Home » SWEDISH UNIVERSITIES ENGAGED IN SOUTH ASIA RESEARCH 2015 » Lund University 2015 » Department of Biology, Lund University, 2015

Department of Biology, Lund University, 2015

Address: Sölvegatan 35, SE-223 62 Lund, Sweden
Web page: http://www.biologi.lu.se/o.o.i.s/21735

Cell and Organism Biology (COB) carries on research in Genetics, Integrative Zoology, Microbiology, Plant Biology and Zoological Cell Biology. Undergraduate courses are run in a wide range of biological disciplines. From 2010 COB belongs to the new Department of Biology.

In the second week of December 2010, a delegation from DM Foundation, a private business corporation based in Kolhapur, Maharashtra, India, visited Lund University. Led by the eminent Indian nuclear scientist Dr. Anil Kakodkar (photo), they were involved in a dialogue with Lund University Commissioned Education and the Department of Biology regarding plans to establish a new university campus in India and staff it with teachers from Lund University. SASNET was involved as a consultant to Lund University. More information on the visit.
Finally, the project was however abandoned.

South Asia related research in the department:

Marie Dacke (Personal web page) received her PhD at the department in 2003. After spending time as a postdoctoral fellow at the Australian National University in Canberra, she came back to the department and the research group named Lund Vision Group in 2007.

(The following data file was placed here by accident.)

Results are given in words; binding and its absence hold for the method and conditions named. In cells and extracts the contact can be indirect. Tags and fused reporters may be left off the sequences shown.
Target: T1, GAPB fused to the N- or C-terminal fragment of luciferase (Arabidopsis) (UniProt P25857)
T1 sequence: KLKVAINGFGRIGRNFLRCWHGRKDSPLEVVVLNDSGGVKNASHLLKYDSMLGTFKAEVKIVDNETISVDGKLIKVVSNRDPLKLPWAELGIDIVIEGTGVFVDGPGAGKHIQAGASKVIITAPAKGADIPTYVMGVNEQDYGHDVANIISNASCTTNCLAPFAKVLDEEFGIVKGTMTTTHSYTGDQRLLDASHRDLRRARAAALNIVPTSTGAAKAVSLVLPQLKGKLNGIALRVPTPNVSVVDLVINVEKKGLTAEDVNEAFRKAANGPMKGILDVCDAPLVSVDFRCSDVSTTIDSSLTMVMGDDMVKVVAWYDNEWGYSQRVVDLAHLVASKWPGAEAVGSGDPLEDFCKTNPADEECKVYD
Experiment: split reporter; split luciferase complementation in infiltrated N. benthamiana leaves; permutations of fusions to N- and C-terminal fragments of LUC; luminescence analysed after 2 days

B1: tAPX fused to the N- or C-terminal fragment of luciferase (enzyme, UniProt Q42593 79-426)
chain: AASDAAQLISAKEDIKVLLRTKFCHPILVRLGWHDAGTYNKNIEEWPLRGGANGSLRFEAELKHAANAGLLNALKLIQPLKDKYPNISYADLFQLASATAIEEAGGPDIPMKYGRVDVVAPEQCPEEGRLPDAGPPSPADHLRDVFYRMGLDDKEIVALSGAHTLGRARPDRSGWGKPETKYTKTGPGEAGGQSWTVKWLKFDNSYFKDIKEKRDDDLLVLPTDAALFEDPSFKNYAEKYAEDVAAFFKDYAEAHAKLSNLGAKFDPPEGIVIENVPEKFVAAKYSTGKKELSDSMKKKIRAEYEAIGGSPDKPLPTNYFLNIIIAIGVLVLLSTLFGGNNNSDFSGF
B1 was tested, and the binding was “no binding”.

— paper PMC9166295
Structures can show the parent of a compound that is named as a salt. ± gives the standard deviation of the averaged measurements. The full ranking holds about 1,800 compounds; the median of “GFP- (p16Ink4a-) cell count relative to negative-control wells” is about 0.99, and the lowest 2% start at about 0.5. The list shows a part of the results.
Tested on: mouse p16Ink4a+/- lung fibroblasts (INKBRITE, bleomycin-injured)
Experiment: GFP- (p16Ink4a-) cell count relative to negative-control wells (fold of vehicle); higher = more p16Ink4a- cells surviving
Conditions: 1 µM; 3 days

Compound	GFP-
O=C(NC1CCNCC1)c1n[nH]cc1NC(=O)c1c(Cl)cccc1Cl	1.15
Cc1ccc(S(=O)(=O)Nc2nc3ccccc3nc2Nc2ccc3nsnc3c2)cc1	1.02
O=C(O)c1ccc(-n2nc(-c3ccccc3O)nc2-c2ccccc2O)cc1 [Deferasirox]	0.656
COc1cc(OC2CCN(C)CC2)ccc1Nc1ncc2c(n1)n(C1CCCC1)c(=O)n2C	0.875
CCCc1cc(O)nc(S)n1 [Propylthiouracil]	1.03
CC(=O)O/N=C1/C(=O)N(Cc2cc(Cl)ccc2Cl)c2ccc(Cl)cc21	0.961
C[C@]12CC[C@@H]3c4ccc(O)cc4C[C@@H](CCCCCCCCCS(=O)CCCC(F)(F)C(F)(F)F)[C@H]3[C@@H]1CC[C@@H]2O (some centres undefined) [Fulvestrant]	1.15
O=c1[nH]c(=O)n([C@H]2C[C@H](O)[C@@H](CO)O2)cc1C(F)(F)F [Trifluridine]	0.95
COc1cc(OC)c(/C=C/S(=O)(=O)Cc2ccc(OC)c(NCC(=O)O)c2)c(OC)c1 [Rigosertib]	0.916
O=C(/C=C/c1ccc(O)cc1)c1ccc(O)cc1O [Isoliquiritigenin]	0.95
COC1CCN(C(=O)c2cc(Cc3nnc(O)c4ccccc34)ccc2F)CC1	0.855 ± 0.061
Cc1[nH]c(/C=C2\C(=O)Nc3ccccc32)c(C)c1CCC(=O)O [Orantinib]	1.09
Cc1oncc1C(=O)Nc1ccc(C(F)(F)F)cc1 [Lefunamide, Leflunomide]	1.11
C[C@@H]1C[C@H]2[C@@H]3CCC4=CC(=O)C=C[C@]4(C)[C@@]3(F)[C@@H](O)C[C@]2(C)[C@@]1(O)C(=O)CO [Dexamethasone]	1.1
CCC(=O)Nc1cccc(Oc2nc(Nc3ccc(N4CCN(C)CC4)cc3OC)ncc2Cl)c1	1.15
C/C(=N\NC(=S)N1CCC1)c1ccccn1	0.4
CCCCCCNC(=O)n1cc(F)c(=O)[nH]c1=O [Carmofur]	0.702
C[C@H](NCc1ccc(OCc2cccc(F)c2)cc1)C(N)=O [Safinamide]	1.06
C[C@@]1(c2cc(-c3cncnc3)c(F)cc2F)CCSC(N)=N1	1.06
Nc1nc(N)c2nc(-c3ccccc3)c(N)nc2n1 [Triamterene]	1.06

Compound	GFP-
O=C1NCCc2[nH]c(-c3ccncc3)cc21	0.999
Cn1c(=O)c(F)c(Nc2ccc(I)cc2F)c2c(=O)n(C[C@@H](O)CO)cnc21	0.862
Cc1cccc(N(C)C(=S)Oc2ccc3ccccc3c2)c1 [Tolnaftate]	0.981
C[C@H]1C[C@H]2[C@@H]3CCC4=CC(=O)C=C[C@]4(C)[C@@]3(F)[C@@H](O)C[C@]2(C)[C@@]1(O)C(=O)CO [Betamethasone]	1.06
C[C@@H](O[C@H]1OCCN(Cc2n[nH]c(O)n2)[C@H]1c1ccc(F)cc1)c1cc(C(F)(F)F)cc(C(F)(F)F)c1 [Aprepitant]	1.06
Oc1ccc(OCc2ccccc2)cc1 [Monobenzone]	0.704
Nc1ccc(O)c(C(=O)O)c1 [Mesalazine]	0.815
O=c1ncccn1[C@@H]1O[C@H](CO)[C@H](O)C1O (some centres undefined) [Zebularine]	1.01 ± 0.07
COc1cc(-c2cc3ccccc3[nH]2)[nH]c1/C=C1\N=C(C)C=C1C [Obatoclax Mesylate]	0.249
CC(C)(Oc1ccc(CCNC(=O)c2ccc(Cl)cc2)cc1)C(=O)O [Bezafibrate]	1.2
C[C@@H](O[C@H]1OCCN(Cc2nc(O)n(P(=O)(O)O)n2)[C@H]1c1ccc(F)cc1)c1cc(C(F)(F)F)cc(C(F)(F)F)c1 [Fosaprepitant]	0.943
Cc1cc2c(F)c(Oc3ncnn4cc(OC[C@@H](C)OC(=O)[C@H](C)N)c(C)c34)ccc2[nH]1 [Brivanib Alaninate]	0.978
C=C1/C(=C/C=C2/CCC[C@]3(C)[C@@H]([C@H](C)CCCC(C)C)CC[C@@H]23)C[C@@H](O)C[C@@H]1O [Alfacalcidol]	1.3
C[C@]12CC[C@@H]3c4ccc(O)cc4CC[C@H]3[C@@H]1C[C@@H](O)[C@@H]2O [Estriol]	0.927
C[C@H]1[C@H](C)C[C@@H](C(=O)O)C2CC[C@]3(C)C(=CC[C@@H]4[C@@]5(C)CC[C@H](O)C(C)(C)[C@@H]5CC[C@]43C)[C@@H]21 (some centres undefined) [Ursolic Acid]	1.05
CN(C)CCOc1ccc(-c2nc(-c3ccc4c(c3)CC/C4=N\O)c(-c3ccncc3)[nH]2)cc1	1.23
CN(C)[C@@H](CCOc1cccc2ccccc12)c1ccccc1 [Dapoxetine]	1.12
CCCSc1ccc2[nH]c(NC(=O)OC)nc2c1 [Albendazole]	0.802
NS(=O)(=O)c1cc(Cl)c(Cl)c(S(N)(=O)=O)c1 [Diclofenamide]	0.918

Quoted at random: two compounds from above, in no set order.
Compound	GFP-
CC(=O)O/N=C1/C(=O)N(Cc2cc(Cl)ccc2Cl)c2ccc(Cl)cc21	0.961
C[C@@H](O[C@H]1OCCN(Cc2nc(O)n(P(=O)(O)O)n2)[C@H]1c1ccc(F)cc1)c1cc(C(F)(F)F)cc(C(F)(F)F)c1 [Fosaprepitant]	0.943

The Lund Vision Group is internationally recognised as a leading group in comparative visual science in the world. With twentyfive to thirty academics the group’s research stretches across the entire animal kingdom, from the tiny eyes of jellyfishes, via the compound eyes of insects and crustaceans, to the advanced camera eyes of squids and vertebrates. Its specialty is the design and evolution of eyes, and also how eyes are adapted to the lifestyles and habitats of animals. The techniques used range from optics, electrophysiology and theoretical modelling, to electron microscopy, molecular biology and visual behaviour.

In November 2008, Marie Dacke and her research group received SEK 600 000 as a three-years research grant from the Swedish Research Links programme (funded by Sida and the Swedish Research Council) for an India related project titled ”Multi-Sensory Control of Insect Flight”. More information on the Swedish Research Links grants 2008.